Booker says his presidential campaign is winning where it counts. That doesn’t include polls.

Updated Aug 11, 2019

WASHINGTON — U.S. Sen. Cory Booker insists that his 2020 presidential campaign is alive and well, despite recent polls showing him far off the pace.

Booker, D-N.J., polled just 1 percent in the latest Monmouth University survey of likely Iowa caucus goers and 2 percent when Quinnipiac University asked Democratic voters and independents who lean Democratic across the country. He also trails the early frontrunners in fundraising.

“I’m actually surprised that these small polls where the margin of error is so high is capturing so much attention when history shows that the polls aren’t predictive,” Booker said Sunday on ABC’s “This Week.”

“This is still a long way out,” Booker said. Referring to the twice-a-day practices that football teams use to get into shape before the season, he added, “As a guy who used to play football, I call this is August double-days before we even get to preseason games. This is a long way to go before we get to the game time, so to speak."

In Iowa, the site of the first 2020 presidential contest next February, Booker said he was strong in the categories that do predict how well a candidate will fare: endorsements and organization. Over the weekend, for example, a sixth Iowa state legislator, Rep. Heather Matson of Ankeny, backed him.

“The kind of things that are predictive is where we’re leading — we’re leading on endorsements from Iowa state legislatures, we’re leading on endorsements from mayors and city council people,” Booker said. “We’re getting big crowds at our events. We’re getting tons of people to sign commitment to caucus cards and we still have six months to go.”

Despite his inability to break through in the polls so far, Booker is attracting a lot of attention for his call for licensing gun owners and for his speech last week in Charleston, South Carolina in which he called on Americans to speak out against racism by saying, “You are either an agent of justice or you are contributing to the problem.”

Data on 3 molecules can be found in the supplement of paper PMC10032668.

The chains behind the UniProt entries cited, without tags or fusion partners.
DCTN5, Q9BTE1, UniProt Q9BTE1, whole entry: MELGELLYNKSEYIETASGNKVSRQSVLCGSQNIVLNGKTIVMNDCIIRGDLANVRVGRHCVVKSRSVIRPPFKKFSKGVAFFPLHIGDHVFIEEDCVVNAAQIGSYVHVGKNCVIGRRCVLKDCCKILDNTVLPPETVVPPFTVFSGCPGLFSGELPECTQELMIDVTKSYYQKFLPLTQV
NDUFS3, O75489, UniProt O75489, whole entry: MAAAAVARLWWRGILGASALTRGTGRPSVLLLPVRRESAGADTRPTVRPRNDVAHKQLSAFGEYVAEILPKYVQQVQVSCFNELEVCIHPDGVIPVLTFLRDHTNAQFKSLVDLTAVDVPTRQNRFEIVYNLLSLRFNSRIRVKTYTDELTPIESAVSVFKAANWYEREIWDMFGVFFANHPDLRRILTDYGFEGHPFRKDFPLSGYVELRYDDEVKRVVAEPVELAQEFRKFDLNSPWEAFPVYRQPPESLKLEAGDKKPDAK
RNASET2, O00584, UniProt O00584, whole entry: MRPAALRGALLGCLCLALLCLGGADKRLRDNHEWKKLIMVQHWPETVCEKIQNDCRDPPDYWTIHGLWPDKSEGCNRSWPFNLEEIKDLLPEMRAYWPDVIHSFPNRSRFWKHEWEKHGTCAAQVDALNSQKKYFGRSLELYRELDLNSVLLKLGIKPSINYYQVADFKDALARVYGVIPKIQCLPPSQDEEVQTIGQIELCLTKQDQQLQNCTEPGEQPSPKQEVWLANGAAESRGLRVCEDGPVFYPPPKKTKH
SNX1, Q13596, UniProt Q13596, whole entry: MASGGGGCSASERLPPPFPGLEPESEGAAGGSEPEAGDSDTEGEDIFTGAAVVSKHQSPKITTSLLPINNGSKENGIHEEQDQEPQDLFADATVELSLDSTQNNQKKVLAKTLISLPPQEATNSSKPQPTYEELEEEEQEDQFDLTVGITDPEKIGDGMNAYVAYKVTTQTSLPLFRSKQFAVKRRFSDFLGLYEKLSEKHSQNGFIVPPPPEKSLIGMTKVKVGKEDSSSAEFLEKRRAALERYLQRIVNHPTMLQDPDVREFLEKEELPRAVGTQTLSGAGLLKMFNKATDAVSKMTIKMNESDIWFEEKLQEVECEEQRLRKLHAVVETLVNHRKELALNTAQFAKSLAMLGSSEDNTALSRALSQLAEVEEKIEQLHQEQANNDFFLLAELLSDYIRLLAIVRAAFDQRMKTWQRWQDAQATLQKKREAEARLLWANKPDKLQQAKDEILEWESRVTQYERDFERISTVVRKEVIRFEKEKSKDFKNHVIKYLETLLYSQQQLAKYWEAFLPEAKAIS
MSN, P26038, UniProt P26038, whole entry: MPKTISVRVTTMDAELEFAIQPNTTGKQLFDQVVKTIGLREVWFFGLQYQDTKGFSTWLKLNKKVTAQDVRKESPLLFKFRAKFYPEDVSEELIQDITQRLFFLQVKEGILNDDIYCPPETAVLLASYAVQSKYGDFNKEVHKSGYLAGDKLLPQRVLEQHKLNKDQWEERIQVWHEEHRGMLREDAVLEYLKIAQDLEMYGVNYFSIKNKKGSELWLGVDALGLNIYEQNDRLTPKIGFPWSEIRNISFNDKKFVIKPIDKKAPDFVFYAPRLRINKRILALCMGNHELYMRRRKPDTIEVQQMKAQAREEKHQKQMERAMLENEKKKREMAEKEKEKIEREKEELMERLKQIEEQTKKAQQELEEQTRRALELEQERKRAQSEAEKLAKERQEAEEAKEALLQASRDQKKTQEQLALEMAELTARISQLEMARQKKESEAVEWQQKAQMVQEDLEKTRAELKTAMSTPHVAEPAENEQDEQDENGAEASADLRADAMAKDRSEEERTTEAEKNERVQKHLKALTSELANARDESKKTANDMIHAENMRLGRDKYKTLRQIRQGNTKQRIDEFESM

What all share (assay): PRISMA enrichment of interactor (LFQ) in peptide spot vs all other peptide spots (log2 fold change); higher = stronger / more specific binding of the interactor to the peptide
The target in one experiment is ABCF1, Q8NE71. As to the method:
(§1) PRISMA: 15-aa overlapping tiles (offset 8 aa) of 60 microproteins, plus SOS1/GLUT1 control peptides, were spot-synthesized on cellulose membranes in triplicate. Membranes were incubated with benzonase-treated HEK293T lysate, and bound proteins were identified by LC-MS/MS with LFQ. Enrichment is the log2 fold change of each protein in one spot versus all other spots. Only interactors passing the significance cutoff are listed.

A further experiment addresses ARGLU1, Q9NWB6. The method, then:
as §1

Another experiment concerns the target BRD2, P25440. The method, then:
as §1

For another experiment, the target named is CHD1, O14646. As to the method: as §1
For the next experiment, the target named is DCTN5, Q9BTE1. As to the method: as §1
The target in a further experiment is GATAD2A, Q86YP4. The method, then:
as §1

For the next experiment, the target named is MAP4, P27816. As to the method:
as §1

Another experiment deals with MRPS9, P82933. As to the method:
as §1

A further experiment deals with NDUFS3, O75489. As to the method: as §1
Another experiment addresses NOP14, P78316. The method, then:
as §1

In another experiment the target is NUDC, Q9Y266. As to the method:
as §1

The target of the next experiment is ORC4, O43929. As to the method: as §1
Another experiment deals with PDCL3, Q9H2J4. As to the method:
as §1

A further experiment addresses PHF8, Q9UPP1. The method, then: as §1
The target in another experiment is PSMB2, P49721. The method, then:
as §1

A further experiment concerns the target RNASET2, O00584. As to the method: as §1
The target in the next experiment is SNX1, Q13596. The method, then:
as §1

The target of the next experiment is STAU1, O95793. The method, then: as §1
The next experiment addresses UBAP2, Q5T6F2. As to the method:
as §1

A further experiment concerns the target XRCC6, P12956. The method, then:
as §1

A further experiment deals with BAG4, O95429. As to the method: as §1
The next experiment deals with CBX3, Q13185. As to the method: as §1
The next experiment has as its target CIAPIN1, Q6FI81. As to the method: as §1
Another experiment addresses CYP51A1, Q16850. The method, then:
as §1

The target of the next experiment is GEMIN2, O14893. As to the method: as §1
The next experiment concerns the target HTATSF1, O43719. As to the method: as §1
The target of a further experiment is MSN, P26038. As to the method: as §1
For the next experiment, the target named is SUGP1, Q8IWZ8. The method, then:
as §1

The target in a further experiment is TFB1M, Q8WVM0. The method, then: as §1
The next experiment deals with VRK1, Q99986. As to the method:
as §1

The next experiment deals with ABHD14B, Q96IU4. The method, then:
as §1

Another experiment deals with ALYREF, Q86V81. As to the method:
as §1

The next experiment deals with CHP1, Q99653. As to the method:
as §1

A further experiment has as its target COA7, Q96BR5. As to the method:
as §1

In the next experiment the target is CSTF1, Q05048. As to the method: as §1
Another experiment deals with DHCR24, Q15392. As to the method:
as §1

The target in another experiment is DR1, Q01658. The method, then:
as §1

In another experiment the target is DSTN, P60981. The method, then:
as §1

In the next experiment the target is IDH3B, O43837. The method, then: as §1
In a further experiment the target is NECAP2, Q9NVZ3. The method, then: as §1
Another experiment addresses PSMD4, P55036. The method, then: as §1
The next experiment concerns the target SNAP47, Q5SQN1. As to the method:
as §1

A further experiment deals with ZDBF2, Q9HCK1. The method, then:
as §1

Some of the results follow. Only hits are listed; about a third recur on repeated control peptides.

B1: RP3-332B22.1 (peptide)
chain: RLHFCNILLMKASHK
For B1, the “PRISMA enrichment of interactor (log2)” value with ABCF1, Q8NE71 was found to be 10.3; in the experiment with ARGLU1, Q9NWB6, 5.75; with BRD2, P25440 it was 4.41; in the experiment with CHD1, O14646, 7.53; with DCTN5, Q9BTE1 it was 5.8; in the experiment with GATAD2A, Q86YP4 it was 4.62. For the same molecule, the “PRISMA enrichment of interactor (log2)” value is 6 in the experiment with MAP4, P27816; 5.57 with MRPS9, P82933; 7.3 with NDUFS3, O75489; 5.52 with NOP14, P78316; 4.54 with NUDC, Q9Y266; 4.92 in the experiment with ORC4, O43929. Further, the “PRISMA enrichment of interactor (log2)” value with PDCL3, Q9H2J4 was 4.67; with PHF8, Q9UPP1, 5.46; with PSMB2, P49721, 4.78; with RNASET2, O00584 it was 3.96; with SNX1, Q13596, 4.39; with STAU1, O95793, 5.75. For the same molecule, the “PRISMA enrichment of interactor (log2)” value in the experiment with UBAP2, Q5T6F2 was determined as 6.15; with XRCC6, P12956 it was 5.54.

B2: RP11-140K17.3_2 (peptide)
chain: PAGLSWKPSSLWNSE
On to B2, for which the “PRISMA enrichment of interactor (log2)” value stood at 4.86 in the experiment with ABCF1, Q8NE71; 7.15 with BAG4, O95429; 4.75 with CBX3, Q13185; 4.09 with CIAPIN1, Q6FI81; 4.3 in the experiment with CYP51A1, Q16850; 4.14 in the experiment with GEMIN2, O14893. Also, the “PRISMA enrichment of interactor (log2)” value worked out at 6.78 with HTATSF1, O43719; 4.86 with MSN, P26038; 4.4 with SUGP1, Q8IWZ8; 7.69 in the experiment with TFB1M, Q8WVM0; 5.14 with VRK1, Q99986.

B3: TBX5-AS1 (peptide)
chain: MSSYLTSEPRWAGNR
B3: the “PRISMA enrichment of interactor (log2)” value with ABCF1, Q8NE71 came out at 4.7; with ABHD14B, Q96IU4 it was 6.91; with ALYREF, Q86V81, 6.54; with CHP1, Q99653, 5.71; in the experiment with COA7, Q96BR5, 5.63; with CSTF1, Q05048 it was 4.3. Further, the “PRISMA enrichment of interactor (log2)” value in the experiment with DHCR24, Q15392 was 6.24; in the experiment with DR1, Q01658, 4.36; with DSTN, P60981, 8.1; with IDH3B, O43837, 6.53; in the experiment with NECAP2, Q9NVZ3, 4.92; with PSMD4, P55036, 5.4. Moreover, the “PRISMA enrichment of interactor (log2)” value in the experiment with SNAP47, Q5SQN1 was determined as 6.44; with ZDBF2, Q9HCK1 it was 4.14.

Back-to-back mass shootings in El Paso, Texas, and Dayton, Ohio, pushed gun safety into the forefront, with even President Donald Trump and Senate Majority Leader Mitch McConnell, R-Ky., talking about expanding background checks for gun purchases and for encouraging states to pass “red flag” laws allowing courts to take away weapons from people deemed to be threats.

McConnell so far has refused to take up House-passed background check legislation and Trump has threatened to veto it.

The National Rifle Association, the powerful gun-rights lobby, spent more than $54 million in 2016, more than any other interest group, to elect Trump and keep Republicans in control of the House and Senate, according to the Center for Responsive Politics, a Washington-based research group.

But Trump more recently said he would support “intelligent background checks,” and McConnell told a Kentucky radio station that such legislation would come before the Senate this fall.

Booker said on CNN’s “State of the Union” that he wanted to see more than words.

“I believe very little that this president says,” Booker said on CNN. “This is the time for decisive action, for Congress to go back, for this president to lay out a real substantive plan, but he’s doing none of that."

Should Congress not take action on gun safety, Booker said on ABC that lawmakers who blocked legislation should fear losing their seats, with the next president leading the way.

“We need a president that is willing to drive forward on this issue and hold people accountable,” Booker said on ABC.

“And if they fail to be accountable, we can begin to win seats, flip. In the same way the NRA in the past has been able to make such a big difference in elections, so much so that many Republicans are afraid of them, we can flip that around and make them afraid of the overwhelming majorities of Americans that will hold them accountable.”

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